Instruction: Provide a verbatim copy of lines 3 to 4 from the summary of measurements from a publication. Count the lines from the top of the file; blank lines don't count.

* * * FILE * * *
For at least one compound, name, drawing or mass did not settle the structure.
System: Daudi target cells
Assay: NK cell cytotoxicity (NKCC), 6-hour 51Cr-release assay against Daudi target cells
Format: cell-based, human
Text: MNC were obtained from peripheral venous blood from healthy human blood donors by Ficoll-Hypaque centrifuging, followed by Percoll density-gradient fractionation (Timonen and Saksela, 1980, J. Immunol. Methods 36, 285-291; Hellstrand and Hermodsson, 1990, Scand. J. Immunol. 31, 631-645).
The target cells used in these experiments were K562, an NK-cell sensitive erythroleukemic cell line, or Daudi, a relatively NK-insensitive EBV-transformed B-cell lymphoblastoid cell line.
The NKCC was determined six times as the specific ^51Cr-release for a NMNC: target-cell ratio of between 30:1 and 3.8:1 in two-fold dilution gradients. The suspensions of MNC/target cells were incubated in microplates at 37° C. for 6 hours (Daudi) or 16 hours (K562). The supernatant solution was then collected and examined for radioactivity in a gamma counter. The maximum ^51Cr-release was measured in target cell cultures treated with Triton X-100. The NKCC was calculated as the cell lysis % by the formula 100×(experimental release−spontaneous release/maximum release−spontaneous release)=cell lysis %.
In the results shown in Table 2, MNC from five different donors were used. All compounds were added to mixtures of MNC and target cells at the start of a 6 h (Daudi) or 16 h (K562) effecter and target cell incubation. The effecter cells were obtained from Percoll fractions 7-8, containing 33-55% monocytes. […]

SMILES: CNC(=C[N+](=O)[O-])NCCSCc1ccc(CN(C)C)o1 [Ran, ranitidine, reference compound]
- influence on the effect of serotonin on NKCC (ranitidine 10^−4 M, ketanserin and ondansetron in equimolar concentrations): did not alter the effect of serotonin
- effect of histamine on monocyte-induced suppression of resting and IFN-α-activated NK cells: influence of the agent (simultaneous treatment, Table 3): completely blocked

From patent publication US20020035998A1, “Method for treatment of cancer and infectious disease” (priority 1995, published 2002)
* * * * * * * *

Assay: NK cell cytotoxicity (NKCC), 6-hour 51Cr-release assay against Daudi target cells
Format: cell-based, human